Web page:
Buddy Is Gone, i'm a Zero.
Dear "BIG Z,"
(With all respect for, and apologies to, Edgar Allan Poe's "The Raven")
The Billy Goat
Once upon an evening dreary, while I watched a sad conspiracy -
One of many cruel and curious volumes of Chicago lore,
While I nodded, nearly snoozing, modestly I started musing
at their newfound ways of losing, losing at victory's door.
"'Tis the manager," I muttered, "balking at victory's door -
Only this, and nothing more."
Ah, distinctly I remember it was in the bleak September,
And each separate stranded runner wrought its ghost upon the floor.
Eagerly I wished the morrow; - vainly I had sought to borrow
From the blogs surcease of sorrow - sorrow for the lost Prior -
for the rare and radiant pitcher whom the angels named Prior -
Nameless here for evermore
And the doughy visage leaning from the dugout's edge
Thrilled me - filled me with fantastic terrors never felt before;
So that now, to still the beating of my heart, I stood repeating
"Is that some manager entreating that we walk through victory's door?
Some old manager entreating that we walk through victory's door?
Could this be, so help me lord?"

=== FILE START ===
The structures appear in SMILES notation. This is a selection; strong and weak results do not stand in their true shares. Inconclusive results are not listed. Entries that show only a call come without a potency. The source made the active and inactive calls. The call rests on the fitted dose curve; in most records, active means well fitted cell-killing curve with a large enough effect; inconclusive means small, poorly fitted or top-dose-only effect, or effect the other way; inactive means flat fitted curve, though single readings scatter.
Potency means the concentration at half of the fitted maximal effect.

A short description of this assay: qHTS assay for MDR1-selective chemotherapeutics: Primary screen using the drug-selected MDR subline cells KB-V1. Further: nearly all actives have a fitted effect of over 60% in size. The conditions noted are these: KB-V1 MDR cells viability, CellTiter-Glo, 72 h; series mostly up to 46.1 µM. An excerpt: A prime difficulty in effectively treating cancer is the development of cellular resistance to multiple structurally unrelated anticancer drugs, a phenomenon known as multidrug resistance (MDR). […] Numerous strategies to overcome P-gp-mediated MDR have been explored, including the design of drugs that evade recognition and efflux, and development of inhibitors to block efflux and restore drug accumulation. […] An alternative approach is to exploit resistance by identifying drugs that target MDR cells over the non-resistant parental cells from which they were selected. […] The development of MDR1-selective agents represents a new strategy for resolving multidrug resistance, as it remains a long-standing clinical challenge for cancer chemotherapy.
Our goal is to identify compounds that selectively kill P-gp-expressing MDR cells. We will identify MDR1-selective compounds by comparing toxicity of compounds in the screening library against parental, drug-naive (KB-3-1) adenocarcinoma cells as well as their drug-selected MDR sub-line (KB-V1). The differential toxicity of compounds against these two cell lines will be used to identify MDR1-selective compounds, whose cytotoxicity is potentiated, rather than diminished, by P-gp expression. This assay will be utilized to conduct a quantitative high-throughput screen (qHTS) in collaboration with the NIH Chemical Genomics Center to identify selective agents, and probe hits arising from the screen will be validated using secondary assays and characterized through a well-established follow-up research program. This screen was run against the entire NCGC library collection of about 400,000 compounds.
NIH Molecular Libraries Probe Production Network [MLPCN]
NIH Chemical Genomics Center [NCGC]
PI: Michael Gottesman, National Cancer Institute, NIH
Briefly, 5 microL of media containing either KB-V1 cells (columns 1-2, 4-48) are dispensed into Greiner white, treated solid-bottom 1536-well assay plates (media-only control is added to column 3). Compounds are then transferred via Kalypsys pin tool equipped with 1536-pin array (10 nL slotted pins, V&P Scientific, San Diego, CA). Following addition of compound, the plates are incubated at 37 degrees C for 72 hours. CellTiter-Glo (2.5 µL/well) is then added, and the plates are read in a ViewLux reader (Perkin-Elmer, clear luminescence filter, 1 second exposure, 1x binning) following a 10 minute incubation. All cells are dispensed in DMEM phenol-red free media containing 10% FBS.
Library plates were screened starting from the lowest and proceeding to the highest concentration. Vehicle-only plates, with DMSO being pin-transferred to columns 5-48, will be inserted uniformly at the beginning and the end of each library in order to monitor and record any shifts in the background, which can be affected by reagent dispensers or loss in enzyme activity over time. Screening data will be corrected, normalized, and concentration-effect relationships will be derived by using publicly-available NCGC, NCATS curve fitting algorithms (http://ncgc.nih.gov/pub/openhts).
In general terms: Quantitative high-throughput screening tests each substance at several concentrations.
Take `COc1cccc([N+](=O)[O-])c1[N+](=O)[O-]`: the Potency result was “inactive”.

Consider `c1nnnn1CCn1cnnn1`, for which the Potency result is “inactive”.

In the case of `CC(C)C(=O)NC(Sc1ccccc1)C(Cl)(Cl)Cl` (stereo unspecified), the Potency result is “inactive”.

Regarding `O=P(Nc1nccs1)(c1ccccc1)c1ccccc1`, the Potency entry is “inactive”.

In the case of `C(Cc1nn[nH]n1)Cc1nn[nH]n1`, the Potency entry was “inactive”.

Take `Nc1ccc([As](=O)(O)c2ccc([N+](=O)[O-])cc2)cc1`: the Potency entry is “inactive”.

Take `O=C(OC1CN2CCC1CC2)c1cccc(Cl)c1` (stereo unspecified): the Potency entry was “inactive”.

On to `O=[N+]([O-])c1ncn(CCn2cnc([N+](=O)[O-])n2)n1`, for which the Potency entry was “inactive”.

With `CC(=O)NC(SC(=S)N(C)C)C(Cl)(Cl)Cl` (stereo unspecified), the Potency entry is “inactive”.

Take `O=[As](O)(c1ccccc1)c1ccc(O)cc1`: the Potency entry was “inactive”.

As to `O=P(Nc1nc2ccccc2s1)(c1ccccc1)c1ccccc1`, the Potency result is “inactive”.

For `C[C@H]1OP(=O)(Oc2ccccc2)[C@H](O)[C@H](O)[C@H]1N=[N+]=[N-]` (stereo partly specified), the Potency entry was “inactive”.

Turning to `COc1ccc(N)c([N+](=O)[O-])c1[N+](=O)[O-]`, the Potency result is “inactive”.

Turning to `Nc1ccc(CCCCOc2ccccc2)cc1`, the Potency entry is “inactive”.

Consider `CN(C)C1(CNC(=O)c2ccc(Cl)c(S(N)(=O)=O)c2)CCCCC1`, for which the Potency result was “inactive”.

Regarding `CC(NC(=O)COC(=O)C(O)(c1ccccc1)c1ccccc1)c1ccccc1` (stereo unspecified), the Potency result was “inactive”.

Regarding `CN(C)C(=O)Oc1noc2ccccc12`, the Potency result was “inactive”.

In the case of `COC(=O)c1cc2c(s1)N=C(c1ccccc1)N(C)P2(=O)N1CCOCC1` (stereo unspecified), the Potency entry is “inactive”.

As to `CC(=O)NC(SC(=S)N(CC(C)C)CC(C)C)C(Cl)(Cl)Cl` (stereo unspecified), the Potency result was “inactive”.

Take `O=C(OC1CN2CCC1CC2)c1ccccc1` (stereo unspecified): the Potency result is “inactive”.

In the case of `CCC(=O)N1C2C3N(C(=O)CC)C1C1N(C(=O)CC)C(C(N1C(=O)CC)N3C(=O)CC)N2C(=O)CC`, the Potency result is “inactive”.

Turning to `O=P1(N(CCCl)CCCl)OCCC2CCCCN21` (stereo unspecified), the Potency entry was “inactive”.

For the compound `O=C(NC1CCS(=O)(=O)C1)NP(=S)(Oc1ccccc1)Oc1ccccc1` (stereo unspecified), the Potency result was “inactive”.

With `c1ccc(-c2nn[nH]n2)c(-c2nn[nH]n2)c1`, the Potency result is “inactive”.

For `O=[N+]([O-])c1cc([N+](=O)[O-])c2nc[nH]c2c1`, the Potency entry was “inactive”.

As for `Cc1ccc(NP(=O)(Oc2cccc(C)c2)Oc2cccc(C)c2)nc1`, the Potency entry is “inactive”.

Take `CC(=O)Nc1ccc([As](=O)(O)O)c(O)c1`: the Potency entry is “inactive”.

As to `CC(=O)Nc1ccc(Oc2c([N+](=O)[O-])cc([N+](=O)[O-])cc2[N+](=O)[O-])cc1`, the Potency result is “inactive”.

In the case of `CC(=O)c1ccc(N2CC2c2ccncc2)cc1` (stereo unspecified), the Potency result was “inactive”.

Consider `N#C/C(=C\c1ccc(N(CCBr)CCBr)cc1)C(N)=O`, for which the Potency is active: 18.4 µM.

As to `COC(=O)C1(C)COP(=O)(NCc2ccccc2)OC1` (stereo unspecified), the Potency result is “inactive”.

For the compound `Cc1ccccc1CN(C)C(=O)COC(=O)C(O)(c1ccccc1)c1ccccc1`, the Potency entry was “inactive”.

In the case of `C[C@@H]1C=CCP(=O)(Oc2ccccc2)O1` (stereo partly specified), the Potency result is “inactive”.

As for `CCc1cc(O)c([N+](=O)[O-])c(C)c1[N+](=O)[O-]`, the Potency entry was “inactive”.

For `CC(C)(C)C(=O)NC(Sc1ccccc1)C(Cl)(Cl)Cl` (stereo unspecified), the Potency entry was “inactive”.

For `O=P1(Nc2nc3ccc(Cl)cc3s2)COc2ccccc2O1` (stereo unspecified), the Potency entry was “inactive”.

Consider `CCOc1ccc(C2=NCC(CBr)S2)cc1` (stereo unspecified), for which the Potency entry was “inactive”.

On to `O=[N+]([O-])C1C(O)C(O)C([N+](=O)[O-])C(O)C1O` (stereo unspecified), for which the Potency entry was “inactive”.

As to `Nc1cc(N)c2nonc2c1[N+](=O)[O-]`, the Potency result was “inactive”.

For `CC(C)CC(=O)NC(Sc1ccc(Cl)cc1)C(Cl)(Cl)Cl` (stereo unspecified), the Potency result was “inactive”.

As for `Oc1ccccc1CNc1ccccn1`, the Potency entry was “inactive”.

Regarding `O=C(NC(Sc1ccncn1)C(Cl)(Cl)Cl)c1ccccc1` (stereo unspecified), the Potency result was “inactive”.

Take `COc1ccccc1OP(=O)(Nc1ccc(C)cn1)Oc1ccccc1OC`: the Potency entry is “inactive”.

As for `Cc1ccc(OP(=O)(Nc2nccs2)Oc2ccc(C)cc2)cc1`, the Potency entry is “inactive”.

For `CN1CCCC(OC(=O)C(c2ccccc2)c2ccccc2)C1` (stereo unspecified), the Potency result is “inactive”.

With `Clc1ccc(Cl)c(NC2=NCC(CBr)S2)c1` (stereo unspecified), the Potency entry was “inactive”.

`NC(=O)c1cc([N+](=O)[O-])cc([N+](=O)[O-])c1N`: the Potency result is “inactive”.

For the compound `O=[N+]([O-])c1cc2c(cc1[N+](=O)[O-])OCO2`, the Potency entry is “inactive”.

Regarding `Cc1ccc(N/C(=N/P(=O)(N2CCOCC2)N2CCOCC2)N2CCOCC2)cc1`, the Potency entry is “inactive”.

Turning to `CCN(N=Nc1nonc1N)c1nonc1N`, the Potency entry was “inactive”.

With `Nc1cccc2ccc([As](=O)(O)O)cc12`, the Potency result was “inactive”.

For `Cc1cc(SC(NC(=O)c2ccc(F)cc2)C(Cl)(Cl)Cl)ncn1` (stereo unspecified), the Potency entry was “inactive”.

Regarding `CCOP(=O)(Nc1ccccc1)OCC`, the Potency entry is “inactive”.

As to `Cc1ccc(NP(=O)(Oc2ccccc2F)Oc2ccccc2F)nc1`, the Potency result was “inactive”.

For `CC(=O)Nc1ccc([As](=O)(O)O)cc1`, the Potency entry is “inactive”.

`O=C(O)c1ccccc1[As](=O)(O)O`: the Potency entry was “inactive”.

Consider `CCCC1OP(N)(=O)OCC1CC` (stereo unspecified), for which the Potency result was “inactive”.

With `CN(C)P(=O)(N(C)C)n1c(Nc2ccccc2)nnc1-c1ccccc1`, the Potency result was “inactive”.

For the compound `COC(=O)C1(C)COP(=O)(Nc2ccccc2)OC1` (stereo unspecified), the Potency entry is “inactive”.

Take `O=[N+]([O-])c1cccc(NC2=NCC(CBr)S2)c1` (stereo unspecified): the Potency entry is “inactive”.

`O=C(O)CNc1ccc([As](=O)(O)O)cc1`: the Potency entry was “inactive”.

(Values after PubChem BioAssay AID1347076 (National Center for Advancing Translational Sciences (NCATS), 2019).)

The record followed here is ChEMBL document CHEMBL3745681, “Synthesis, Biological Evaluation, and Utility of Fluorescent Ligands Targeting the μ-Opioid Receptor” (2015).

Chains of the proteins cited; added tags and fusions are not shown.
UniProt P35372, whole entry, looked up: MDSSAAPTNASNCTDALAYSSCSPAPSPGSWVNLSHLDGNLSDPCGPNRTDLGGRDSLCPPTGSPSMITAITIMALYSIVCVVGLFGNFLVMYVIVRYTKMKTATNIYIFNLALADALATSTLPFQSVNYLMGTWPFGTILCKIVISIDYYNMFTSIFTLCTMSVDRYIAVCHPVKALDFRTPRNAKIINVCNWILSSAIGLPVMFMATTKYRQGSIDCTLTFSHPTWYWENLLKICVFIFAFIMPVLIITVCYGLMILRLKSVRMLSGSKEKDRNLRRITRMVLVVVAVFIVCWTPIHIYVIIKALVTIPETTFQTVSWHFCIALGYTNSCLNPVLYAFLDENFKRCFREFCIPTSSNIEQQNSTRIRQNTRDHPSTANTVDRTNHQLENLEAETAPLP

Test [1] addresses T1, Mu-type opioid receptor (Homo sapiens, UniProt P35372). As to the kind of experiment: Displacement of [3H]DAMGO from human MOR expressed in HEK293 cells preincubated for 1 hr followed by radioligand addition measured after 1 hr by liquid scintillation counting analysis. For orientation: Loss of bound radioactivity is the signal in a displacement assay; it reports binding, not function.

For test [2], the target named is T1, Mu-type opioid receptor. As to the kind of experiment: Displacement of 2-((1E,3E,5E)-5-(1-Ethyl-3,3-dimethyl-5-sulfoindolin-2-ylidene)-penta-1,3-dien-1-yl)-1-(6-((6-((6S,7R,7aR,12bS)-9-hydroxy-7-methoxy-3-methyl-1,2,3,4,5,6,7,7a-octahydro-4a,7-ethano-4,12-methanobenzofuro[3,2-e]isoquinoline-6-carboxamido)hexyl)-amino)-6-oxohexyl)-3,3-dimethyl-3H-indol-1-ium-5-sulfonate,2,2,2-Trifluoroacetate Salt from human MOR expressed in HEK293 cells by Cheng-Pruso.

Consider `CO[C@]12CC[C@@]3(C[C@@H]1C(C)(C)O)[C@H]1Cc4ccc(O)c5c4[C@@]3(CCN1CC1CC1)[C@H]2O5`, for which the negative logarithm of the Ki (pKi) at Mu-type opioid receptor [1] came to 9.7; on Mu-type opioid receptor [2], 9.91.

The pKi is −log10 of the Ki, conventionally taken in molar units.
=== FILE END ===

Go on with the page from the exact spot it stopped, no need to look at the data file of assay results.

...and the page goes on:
First off, I didn't see the incident happen and wasn't planning to do a recap today. That said, here's a good effort at reconstructing what happened by watching all the replays. Eye-witnesses, please fill in the details in the comments.So we know that the Padres were upset with Soriano's extended admiration of his home run, yesterday. Beyond that, I'm unaware of any other bad-blood between the teams. In the fourth, Chris Young goes up and in on Lee, knocking him down. The pitch hit him up high, I'm not quite sure where. It didn't hit flush, but obviously, fastballs near the head are always potential matters of life and death. While the home plate ump is busy talking with Padres catcher Rob Bowen, Lee starts walking towards first, but well on the infield grass, several feet in fair territory. He and Young start jawing. Early speculation from parachat suggests that Young was telling him to just take his base, and they were arguing over whether or not Young was deliberately pitching high and tight to Lee. Young appeared to laugh and motion at his cup (from my view of the replay) and Lee charged him, threw a haymaker right, missing. Young also missed with his haymaker (is there no ballplayer, today, who knows how to throw a real punch, not of the haymaker and sucker variety?) and like that, both benches clear. Marcus Giles was the first to arrive, sprinting in when he saw what was developing. Giles, all five foot three, ninety pounds of him, tries to tackle his own pitcher, the seven-foot five Young, very much Farnsworth-to-Wilson style. Instead of a tackle, Giles just manages to back Young off from the fray. LouPa was right behind Giles to the scene, and used his ample posterior to box out Lee. Lou might have a future in a senior basketball league. Zambrano came out, I'm told with his uniform undone and belt off, probably due to being, ah, back in the clubhouse. Peavy also came out, and Jake got ejected for his participation in the brawl. So did Gerald Perry. I have not yet seen footage of Z's, Jake's or Gerald's role in the fight. We continue with so much more, below...